Dog Days to Horse Days: Evaluating the Rise of Nomadic Pastoralism Among the Blackfoot
AuthorBethke, Brandi Ellen
AdvisorZedeño, Maria Nieves
MetadataShow full item record
PublisherThe University of Arizona.
RightsCopyright © is held by the author. Digital access to this material is made possible by the University Libraries, University of Arizona. Further transmission, reproduction or presentation (such as public display or performance) of protected items is prohibited except with permission of the author.
AbstractThis doctoral dissertation revisits the horse in Blackfoot culture in order to explore how its adoption altered Blackfoot hunting practices and landscape uses during the Contact Period in the Northwestern Plains of North America. The Blackfoot provide one of the best avenues for research into the horse's impact on big-game hunters because of their pre-contact trajectory, history of interaction with other groups, detailed ethnographic record, and continued investment in equestrianism. While the socio-economic consequences of the horse's introduction have been studied from a historical perspective, the archaeology of this transition remains ambiguous. This project presents a new, archaeological dimension to the dynamics of the Blackfoot equestrian transition by incorporating material culture with traditional knowledge, historic accounts, and geospatial data into a multi-scalar, transnational interpretation of the horse's impact on both Blackfoot social, economic, religious, and spiritual life, as well as the way in which Blackfoot peoples used and understood their landscape. The results of this study show how these changes may be best understood as a transition in modes of production from hunting and gathering to nomadic pastoralism. In this endeavor, this project contributes new theoretical and methodological approaches as well as substantive new data to our understanding of hunting and pastoralism among people of the Northwestern Plains.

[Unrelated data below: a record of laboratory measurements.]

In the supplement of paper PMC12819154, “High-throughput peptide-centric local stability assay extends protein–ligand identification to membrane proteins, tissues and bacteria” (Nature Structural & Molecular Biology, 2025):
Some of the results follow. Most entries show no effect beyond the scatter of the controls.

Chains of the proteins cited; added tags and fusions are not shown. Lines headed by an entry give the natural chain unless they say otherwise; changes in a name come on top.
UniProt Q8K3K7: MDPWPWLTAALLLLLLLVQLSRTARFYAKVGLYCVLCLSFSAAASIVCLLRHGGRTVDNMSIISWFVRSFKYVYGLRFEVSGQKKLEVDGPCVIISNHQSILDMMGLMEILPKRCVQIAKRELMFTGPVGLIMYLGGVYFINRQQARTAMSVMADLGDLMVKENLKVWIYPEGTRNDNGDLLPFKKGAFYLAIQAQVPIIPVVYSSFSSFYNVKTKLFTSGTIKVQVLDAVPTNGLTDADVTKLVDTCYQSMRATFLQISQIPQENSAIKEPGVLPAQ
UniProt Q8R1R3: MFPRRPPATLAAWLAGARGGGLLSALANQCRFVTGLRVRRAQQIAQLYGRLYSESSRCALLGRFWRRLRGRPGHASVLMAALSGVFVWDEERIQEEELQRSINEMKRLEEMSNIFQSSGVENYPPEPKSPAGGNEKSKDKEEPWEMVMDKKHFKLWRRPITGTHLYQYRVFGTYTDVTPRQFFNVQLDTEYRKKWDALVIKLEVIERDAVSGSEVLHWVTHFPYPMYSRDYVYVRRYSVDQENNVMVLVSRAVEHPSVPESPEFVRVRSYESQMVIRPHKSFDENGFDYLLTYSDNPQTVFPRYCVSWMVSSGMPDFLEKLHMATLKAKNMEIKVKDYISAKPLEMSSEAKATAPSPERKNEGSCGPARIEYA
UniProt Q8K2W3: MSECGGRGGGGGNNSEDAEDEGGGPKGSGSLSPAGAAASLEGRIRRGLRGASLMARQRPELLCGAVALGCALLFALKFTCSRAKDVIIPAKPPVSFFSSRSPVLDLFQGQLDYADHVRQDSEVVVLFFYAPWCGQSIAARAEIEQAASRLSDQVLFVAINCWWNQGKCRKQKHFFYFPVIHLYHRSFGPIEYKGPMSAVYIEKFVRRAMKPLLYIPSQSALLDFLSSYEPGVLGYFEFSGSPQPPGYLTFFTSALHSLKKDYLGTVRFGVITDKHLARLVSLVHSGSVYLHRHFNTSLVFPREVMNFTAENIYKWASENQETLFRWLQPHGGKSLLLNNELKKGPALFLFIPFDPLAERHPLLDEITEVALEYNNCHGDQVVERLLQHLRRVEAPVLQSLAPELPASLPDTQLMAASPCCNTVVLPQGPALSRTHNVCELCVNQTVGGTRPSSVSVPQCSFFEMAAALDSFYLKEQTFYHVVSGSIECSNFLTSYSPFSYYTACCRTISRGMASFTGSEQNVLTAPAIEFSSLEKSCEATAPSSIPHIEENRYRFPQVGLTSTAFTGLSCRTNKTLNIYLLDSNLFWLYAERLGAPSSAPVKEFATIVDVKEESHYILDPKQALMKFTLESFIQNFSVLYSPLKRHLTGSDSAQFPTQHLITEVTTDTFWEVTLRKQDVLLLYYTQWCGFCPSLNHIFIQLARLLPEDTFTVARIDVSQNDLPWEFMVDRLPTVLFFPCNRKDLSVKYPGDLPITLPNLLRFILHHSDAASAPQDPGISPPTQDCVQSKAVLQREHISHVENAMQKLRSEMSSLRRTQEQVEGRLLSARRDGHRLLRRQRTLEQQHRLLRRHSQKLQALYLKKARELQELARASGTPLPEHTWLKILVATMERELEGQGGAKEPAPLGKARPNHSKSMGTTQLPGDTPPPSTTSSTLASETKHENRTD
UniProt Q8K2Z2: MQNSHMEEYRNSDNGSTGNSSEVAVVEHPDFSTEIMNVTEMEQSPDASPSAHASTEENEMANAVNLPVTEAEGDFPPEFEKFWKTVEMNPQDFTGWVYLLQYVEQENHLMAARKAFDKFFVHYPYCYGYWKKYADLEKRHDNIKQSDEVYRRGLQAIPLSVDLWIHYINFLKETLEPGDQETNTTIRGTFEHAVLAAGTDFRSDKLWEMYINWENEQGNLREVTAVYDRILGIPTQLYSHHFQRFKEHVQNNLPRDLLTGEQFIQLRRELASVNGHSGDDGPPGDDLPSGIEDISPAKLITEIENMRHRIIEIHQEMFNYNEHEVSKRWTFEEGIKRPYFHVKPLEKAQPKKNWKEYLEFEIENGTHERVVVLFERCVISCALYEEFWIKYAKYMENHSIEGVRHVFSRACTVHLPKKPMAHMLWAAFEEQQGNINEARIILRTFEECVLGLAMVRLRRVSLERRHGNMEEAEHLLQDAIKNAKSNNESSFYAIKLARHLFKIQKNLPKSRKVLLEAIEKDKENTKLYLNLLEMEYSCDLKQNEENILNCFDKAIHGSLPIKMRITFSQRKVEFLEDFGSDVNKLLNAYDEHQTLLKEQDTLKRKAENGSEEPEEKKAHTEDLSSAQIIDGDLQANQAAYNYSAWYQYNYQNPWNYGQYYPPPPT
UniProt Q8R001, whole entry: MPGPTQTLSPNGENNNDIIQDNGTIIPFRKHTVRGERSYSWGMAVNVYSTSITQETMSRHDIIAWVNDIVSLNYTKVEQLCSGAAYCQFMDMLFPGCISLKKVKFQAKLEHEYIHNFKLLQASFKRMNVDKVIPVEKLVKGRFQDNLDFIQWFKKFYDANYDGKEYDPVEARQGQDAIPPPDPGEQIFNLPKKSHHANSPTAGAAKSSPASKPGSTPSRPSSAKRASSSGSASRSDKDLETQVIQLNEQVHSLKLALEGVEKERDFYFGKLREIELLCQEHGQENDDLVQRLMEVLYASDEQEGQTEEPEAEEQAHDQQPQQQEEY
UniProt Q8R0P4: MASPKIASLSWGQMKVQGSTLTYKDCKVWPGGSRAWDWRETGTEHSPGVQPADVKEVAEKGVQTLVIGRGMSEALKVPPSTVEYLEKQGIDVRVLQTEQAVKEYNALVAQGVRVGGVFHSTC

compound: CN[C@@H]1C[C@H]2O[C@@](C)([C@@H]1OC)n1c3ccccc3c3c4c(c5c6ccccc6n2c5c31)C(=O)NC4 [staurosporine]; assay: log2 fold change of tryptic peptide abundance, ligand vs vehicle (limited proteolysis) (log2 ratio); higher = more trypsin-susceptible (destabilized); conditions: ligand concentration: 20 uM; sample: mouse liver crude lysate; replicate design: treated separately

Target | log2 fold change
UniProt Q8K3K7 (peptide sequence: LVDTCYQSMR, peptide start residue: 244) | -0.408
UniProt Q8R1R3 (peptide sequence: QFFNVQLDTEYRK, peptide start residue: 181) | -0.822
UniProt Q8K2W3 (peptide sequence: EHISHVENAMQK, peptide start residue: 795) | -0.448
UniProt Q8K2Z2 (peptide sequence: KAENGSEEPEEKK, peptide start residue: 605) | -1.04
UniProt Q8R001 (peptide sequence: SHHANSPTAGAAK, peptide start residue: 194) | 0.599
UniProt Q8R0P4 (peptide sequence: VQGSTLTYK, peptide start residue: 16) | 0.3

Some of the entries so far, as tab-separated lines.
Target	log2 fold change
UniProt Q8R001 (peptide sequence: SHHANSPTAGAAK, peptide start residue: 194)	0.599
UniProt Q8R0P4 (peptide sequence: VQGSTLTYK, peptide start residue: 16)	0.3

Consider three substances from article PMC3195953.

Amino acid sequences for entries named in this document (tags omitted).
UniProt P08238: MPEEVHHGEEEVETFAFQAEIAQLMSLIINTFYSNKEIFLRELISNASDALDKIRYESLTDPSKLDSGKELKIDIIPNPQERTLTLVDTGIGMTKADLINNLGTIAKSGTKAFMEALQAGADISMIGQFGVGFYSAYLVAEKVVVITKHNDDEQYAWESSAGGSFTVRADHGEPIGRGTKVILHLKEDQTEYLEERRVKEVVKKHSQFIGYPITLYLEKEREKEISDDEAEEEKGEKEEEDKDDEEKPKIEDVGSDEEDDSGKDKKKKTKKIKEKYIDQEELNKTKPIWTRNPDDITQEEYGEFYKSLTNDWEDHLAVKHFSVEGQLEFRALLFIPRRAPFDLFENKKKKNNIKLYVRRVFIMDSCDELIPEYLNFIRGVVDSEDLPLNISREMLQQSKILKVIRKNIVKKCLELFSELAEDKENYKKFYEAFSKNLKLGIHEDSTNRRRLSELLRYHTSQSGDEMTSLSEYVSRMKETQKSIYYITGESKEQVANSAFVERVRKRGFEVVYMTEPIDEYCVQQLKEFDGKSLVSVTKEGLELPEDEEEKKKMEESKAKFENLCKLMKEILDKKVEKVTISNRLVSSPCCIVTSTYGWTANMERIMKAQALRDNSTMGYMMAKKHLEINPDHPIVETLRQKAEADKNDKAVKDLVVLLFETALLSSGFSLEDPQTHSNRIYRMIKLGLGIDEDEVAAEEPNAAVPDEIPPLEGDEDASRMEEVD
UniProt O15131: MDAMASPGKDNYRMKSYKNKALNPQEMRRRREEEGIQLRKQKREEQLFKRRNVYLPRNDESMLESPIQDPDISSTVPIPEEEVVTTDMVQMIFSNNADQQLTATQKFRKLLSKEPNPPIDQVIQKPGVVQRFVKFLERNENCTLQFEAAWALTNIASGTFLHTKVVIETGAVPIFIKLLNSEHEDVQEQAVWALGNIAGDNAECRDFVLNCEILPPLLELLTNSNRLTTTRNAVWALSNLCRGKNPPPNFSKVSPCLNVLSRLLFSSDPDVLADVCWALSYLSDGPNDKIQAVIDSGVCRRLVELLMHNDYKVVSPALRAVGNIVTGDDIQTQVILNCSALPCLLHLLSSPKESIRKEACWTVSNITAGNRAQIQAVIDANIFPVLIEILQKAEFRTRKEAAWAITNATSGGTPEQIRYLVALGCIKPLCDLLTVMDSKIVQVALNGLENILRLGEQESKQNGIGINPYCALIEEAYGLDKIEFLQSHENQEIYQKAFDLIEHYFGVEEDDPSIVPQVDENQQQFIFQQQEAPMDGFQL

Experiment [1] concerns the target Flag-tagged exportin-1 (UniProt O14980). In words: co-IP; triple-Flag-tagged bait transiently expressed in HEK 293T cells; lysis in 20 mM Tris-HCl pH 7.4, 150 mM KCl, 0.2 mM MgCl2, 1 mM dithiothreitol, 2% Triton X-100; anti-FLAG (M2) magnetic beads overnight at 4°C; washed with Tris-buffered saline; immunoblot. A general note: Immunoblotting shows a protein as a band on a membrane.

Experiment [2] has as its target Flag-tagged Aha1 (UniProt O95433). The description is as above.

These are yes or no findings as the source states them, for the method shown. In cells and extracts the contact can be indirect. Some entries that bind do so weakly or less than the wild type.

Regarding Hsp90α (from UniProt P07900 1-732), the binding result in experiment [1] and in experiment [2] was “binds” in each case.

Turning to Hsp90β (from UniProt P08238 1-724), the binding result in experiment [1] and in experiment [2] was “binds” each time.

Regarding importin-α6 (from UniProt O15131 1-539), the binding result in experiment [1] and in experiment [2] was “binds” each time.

Degree ProgramGraduate College